"All this sounds very abstract, I know," Catmull continued, "but it’s part of what it means to have a diverse group of people working together."
Adams took the advice to heart and helped create a program that, in 13 years, has become one of the top animation programs in the nation. Adams said that while BYU may not have the best artists, they have challenged students and made "the artists more technical and the scientists more artistic."
"We have used that to an advantage rather than a disadvantage. It is easier for our students to do that ‘both sides of the brain’ thing," Adams said. "They are willing to work with others in a very collaborative environment. They look to help each other out and not look at each other as competition that they need to gain an advantage over."
Kelly Loosli, an assistant professor at BYU, agreed.
He said the department works hard to model the feel of a studio with students working together in teams. Instead of one student working on a project, groups of 25 or more students come together with each student focusing on one element of the animation. This cooperative style of teaching, according to Loosli, produces a professional-style product and helps train students better for the realities of working in a studio.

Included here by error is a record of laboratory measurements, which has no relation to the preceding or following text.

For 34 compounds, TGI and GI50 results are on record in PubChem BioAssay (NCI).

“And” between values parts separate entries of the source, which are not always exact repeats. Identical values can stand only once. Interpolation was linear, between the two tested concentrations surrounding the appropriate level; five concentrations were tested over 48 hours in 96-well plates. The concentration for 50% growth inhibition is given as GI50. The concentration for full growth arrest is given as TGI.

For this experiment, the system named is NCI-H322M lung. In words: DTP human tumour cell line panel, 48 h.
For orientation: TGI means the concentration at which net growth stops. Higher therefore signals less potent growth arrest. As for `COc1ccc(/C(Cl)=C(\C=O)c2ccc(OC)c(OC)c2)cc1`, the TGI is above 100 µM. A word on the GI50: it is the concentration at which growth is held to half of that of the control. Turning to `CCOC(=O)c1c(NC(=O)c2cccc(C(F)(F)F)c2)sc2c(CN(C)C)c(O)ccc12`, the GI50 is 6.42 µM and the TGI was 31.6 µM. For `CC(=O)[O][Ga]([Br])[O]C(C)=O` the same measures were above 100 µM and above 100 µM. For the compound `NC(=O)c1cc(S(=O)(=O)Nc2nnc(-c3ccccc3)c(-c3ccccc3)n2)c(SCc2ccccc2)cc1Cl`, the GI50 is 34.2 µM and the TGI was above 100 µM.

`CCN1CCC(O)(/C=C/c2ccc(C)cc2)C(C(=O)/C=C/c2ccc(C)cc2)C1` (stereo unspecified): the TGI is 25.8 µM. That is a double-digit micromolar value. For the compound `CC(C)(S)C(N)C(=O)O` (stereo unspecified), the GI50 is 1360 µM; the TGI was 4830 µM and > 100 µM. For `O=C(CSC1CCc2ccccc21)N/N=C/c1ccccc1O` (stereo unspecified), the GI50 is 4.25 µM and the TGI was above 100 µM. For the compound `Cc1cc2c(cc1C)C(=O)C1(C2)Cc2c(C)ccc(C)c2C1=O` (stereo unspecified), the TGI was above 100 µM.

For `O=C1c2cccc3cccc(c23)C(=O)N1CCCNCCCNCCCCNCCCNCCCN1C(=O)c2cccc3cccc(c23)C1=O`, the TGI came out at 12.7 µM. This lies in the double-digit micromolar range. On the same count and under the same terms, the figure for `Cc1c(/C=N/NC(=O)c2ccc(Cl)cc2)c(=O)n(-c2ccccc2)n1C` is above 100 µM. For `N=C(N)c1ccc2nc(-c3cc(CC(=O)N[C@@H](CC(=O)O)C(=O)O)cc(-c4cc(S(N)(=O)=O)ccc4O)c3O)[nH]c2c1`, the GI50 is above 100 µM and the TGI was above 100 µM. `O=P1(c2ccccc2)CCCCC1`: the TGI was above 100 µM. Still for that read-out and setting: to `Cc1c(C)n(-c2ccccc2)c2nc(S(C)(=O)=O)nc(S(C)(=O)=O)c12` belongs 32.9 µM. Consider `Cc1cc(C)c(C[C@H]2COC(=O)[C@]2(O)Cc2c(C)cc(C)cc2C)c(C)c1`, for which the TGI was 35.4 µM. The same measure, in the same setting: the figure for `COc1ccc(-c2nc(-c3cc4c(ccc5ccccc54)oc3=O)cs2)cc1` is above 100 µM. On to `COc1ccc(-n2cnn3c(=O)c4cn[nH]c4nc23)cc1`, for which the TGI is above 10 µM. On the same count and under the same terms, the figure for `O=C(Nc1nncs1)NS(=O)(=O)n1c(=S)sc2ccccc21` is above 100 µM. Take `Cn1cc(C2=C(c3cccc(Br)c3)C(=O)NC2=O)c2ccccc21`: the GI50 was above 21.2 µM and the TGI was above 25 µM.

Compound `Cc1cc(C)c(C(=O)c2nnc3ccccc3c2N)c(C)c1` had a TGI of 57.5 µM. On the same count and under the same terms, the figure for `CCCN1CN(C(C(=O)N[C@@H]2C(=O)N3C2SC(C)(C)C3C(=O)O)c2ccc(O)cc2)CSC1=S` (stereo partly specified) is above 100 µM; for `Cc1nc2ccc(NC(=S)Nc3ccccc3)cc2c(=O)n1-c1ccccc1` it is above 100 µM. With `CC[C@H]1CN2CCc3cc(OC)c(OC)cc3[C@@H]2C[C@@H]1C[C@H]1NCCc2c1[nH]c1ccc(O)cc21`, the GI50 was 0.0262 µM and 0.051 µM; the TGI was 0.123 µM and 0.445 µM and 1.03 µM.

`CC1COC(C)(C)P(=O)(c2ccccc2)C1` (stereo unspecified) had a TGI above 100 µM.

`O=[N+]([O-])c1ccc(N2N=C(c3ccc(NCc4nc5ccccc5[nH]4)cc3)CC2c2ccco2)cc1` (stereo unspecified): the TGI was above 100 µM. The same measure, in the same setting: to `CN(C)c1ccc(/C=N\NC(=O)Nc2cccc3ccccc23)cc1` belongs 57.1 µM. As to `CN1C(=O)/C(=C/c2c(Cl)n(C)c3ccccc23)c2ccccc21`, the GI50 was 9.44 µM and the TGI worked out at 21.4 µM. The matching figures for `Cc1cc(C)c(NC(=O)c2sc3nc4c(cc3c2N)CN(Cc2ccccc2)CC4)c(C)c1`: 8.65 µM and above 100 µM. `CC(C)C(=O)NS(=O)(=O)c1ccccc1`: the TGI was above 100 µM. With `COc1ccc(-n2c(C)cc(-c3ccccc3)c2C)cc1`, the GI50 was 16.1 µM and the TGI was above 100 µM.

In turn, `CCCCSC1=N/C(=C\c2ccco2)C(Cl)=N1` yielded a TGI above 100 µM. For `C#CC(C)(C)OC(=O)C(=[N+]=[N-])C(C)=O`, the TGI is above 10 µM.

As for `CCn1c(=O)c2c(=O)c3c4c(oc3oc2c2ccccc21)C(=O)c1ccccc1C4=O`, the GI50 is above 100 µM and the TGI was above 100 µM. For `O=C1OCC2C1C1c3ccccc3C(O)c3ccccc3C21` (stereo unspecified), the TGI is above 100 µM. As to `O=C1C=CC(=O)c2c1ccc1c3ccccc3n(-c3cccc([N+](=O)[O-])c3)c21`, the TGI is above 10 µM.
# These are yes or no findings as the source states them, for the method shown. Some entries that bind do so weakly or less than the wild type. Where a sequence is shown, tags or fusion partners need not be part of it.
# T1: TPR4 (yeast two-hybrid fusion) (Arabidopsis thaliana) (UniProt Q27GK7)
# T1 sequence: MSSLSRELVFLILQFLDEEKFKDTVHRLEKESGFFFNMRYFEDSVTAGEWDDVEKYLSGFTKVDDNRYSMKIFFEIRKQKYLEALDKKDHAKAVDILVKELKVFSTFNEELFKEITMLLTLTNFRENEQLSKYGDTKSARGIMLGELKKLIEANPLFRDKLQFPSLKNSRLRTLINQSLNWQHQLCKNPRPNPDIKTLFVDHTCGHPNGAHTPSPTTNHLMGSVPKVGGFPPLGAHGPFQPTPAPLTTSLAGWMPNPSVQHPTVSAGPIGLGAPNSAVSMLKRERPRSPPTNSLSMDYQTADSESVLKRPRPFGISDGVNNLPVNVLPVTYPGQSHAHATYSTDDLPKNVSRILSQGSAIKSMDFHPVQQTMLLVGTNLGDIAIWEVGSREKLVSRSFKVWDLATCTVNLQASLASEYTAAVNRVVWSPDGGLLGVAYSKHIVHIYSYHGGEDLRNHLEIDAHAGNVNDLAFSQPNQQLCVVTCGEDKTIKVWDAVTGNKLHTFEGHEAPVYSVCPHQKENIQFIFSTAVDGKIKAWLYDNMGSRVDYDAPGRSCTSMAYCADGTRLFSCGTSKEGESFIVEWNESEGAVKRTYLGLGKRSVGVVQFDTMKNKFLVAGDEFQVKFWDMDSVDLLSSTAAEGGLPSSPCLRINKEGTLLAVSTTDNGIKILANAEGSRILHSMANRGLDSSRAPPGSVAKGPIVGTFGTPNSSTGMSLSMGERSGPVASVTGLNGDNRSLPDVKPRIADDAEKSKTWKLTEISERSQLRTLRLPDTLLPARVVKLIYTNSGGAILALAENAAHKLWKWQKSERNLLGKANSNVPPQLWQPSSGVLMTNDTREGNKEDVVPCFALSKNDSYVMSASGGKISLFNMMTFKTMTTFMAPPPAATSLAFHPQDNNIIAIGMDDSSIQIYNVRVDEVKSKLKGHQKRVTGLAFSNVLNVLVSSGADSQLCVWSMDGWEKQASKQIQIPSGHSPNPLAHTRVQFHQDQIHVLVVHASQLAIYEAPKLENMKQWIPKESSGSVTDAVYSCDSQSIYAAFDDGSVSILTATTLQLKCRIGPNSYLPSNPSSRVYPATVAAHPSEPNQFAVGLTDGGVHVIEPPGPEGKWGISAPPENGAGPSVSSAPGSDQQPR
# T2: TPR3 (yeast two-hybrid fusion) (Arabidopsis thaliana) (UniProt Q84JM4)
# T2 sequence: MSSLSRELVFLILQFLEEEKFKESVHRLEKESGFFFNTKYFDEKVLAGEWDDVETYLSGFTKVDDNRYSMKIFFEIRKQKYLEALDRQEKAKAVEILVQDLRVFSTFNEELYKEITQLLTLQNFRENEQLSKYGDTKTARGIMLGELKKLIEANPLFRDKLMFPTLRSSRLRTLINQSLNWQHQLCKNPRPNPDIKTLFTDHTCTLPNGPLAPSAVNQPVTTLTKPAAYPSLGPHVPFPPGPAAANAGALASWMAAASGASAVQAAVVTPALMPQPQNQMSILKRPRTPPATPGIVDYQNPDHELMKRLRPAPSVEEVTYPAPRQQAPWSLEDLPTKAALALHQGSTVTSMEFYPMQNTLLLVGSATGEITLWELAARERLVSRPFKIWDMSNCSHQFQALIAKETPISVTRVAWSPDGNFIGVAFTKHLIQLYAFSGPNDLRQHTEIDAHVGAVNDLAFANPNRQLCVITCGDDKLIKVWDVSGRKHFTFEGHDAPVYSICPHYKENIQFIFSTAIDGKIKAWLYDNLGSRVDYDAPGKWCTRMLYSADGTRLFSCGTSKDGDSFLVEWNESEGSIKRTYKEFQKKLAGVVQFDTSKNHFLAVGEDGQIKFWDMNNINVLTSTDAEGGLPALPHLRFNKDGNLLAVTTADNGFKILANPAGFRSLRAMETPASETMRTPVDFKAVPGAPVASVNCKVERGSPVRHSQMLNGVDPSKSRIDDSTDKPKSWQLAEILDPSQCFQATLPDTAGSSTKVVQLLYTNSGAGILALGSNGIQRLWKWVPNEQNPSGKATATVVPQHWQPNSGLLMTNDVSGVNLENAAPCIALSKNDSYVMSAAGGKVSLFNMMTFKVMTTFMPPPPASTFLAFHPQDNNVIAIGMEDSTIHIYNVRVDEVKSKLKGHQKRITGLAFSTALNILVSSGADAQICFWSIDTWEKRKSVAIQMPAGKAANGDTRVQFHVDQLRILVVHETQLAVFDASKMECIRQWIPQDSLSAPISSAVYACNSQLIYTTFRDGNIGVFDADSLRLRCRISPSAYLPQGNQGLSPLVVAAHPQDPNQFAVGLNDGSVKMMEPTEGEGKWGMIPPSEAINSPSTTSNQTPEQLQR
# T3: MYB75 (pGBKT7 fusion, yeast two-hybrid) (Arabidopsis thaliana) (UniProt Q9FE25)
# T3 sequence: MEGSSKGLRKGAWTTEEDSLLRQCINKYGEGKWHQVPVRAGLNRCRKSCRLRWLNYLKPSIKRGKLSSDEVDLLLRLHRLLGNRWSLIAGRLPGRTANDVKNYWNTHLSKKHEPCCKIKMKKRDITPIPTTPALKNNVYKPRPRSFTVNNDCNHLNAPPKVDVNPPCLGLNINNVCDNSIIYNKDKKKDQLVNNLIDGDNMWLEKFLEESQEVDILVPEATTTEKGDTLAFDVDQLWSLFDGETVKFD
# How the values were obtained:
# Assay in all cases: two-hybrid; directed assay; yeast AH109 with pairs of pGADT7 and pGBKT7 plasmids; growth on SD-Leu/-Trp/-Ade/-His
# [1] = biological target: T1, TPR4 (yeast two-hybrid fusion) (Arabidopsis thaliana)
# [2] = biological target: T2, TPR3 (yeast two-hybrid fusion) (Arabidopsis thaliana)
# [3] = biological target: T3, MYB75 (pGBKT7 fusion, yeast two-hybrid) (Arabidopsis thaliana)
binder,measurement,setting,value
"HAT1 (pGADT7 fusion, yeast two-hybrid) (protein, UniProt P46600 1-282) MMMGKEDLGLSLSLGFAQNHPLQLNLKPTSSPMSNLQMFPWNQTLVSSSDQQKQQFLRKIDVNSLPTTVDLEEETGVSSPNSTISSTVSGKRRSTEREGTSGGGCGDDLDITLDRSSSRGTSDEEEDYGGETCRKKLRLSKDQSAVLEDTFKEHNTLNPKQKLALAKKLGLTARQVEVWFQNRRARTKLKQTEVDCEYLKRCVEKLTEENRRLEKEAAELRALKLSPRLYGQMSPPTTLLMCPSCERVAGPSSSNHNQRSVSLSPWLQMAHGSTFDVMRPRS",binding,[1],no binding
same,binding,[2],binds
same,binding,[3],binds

“Their learning curve is smaller," Loosli said. "They are already used to that environment and set-up. ... (studios) like the work ethic and the type of person that they get of our program."2 comments on this story
Seth Holladay was the first BYU student to work with Pixar when he completed an eight-month internship in 2005. He eventually went on to work for Pixar for three years, participating in the creation of "Cars," "Ratatouille," WALL-E" and "Up."
“I loved it. They were a great company," Holladay said. "Everyone there is really motivating and hard-working. Sometimes they have to yank stuff away from us and tell us it’s good enough.
“There’s a high expectation, and you set a high expectation because you see what everyone else is doing."
Today, Holladay is continuing the tradition of giving back to the students who follow. He recently finished his Ph.D. and is an assistant professor at BYU's Center for Animation.
Katie Harmer is a journalism graduate of Brigham Young University and writes for Mormon Times. Email: firstname.lastname@example.org Twitter: @harmerk